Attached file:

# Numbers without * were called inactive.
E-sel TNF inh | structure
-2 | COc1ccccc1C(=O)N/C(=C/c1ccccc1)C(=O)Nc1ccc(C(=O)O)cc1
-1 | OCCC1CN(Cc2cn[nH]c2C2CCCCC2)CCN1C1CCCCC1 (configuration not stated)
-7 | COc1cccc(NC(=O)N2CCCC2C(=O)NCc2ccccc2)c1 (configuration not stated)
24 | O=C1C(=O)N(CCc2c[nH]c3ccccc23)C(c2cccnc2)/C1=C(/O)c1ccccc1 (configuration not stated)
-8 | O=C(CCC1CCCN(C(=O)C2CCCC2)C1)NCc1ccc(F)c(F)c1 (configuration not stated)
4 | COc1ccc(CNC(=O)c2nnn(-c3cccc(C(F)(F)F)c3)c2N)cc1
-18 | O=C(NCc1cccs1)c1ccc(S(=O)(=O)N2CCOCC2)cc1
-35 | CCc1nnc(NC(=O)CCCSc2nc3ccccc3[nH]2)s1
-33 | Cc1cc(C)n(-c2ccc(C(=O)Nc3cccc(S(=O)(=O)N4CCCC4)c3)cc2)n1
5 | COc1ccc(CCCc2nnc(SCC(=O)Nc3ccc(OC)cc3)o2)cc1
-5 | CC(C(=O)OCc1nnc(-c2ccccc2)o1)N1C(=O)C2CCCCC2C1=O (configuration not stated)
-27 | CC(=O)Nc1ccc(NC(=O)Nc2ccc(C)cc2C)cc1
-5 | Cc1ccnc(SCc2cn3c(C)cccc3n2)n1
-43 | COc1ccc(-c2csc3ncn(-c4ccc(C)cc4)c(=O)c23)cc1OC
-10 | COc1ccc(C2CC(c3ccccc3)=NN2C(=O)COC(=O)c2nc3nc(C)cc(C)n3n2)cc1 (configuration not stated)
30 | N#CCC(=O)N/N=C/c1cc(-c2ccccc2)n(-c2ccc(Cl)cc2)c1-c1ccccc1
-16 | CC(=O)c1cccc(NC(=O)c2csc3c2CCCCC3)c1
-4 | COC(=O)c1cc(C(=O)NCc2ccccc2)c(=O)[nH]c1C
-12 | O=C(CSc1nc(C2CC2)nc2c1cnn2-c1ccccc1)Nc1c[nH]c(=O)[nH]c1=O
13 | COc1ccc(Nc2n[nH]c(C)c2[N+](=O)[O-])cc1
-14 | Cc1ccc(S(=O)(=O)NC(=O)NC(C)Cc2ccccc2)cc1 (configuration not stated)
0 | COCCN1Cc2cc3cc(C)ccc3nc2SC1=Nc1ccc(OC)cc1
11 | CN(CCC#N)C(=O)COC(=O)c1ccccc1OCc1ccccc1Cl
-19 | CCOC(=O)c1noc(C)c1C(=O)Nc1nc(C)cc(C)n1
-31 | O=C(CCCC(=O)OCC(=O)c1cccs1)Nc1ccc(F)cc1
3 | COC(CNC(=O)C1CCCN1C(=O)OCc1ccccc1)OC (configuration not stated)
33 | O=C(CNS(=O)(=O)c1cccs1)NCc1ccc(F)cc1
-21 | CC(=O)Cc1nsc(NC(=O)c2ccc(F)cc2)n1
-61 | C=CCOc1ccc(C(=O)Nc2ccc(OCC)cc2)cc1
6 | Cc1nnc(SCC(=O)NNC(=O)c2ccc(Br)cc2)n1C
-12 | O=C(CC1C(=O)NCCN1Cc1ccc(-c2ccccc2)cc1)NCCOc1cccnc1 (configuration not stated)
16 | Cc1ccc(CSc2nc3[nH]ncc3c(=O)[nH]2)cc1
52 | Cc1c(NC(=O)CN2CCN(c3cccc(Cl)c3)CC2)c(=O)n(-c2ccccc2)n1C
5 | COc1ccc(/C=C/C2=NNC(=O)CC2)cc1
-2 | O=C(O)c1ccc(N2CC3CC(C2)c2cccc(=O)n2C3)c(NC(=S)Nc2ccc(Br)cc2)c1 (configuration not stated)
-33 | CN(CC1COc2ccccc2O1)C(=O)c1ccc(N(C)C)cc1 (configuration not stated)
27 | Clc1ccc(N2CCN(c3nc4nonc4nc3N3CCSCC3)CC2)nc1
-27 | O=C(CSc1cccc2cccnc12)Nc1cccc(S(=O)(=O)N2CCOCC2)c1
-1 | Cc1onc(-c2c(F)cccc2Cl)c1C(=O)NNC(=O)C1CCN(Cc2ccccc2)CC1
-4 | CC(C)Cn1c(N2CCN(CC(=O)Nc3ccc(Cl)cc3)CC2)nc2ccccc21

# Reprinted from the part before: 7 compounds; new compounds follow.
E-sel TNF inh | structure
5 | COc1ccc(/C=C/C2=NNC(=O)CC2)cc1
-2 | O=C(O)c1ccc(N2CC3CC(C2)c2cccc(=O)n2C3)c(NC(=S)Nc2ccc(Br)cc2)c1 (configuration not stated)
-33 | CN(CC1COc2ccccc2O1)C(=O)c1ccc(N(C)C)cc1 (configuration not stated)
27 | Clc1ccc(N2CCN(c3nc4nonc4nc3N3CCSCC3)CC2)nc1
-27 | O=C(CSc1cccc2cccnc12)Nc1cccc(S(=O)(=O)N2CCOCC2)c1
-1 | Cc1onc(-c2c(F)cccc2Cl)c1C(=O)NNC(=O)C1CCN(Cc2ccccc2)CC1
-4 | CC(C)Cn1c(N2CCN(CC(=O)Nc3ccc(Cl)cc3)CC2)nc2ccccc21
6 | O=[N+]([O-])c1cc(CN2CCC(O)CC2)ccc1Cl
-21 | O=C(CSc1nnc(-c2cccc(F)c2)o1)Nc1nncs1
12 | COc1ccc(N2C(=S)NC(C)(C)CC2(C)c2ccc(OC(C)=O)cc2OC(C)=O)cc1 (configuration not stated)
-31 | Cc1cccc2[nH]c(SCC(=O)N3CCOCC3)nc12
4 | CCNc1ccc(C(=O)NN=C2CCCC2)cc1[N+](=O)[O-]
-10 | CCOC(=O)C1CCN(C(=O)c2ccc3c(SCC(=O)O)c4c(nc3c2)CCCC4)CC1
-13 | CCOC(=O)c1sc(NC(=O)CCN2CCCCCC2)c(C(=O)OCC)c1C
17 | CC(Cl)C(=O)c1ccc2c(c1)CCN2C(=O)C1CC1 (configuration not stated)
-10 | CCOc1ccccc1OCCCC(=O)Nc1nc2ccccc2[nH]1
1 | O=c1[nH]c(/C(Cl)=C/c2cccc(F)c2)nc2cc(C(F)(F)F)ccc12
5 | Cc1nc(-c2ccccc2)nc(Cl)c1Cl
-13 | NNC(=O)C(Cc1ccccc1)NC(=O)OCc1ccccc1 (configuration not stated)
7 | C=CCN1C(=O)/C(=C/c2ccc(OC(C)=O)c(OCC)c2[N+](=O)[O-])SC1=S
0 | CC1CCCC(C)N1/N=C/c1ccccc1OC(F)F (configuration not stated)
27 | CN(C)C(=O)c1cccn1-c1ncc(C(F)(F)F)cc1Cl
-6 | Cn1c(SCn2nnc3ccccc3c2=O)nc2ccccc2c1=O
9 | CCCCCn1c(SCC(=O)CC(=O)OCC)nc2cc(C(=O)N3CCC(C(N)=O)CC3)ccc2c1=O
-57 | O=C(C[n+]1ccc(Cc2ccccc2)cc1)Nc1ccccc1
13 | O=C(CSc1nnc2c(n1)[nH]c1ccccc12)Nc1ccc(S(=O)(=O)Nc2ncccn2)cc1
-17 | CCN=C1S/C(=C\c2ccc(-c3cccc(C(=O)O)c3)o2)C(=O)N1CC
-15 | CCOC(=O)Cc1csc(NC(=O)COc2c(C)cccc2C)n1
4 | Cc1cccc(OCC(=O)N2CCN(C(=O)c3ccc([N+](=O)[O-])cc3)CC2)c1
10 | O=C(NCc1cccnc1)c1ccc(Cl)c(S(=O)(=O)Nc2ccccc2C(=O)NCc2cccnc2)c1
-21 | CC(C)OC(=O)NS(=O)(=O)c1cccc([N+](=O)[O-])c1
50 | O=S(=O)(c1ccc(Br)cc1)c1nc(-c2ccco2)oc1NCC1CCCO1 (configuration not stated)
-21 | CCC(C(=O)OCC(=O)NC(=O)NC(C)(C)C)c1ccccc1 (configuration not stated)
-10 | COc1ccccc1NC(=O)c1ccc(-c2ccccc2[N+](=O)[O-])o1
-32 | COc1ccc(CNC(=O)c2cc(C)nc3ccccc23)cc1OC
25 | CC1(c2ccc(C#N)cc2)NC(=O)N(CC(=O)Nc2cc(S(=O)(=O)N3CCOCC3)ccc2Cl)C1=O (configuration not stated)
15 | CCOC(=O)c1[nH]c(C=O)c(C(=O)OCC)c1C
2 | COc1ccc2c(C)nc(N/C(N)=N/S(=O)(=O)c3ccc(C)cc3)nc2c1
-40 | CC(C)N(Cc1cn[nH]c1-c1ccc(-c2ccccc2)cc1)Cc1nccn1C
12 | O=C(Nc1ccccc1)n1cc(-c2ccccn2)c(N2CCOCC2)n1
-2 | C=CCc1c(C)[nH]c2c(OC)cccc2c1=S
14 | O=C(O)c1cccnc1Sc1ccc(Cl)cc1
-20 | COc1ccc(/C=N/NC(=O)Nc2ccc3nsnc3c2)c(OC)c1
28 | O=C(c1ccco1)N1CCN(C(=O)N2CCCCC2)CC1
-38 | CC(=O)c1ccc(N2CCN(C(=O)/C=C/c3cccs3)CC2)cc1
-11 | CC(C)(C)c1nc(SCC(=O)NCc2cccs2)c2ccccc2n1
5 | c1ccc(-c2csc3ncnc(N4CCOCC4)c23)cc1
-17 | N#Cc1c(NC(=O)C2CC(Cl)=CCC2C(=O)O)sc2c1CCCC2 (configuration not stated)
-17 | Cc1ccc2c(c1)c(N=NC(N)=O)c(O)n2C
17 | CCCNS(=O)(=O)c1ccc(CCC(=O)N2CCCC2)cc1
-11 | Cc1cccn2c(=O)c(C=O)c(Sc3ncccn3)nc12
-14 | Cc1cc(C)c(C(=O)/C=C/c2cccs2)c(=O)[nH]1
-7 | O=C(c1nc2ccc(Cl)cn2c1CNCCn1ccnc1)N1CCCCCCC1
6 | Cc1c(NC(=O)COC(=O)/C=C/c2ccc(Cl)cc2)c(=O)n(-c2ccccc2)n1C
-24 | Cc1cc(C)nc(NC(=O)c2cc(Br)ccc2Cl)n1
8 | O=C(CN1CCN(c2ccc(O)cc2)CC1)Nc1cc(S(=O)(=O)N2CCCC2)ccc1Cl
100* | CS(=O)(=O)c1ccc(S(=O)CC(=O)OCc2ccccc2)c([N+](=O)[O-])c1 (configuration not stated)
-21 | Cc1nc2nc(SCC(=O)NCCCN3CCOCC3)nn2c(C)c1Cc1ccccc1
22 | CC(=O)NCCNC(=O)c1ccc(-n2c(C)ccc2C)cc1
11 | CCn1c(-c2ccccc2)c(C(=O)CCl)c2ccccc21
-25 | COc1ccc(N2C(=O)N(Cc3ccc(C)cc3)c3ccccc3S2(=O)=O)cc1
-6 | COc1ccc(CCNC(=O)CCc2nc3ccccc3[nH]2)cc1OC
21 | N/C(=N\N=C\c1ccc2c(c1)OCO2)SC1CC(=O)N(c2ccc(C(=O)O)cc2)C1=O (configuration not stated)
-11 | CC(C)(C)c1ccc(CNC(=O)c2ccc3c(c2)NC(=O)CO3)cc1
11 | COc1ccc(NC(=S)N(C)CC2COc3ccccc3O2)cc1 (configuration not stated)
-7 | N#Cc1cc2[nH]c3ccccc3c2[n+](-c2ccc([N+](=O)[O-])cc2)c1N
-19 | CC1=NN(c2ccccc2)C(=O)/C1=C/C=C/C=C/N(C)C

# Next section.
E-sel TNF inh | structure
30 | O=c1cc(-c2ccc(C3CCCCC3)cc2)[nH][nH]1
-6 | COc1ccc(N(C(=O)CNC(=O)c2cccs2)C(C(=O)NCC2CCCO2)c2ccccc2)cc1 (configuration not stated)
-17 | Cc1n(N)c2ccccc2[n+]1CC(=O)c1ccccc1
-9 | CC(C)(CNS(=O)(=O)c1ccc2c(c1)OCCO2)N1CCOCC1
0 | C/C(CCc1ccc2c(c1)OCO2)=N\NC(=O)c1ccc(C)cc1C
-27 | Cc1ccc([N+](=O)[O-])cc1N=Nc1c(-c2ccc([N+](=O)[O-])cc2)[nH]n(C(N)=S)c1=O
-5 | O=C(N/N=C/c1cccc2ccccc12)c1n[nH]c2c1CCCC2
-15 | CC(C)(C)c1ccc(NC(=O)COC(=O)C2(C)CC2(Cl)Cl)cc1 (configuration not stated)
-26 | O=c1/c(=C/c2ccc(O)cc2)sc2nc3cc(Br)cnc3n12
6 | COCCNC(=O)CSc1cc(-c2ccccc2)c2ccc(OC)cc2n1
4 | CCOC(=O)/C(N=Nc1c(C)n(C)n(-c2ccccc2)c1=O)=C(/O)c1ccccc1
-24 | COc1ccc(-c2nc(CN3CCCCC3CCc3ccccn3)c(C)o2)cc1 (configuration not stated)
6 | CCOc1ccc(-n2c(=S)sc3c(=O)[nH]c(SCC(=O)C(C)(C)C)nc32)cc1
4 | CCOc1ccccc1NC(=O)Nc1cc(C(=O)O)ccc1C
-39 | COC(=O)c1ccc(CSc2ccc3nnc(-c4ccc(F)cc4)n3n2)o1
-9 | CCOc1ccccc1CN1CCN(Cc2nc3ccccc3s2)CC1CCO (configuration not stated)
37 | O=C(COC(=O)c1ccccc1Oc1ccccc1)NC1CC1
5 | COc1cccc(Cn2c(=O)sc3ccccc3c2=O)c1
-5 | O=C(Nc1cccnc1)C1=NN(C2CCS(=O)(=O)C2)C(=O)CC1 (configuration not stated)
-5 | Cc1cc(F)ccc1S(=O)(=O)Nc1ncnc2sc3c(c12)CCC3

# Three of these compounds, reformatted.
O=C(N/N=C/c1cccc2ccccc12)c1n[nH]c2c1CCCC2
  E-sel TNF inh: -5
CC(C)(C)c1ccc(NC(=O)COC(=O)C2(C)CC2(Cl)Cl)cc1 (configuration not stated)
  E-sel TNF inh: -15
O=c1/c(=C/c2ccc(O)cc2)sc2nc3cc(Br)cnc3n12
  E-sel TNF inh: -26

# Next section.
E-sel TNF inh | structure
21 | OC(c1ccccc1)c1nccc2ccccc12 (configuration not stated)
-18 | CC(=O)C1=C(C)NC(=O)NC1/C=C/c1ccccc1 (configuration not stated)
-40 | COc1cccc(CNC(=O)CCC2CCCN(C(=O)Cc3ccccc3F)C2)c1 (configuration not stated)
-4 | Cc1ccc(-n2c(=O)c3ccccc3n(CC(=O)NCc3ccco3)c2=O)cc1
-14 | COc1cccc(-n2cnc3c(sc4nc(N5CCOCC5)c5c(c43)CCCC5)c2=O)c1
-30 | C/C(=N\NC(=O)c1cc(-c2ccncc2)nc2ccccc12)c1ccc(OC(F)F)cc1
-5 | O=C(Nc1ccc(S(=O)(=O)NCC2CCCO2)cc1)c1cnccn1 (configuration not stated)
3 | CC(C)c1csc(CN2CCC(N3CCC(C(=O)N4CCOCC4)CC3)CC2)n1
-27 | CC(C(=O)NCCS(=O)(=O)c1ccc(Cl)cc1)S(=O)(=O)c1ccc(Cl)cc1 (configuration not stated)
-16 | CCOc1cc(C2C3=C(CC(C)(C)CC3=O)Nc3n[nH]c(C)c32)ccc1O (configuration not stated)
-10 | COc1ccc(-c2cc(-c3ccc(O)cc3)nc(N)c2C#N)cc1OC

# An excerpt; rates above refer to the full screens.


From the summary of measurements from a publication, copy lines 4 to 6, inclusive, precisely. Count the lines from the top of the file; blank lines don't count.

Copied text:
-1 | OCCC1CN(Cc2cn[nH]c2C2CCCCC2)CCN1C1CCCCC1 (configuration not stated)
-7 | COc1cccc(NC(=O)N2CCCC2C(=O)NCc2ccccc2)c1 (configuration not stated)
24 | O=C1C(=O)N(CCc2c[nH]c3ccccc23)C(c2cccnc2)/C1=C(/O)c1ccccc1 (configuration not stated)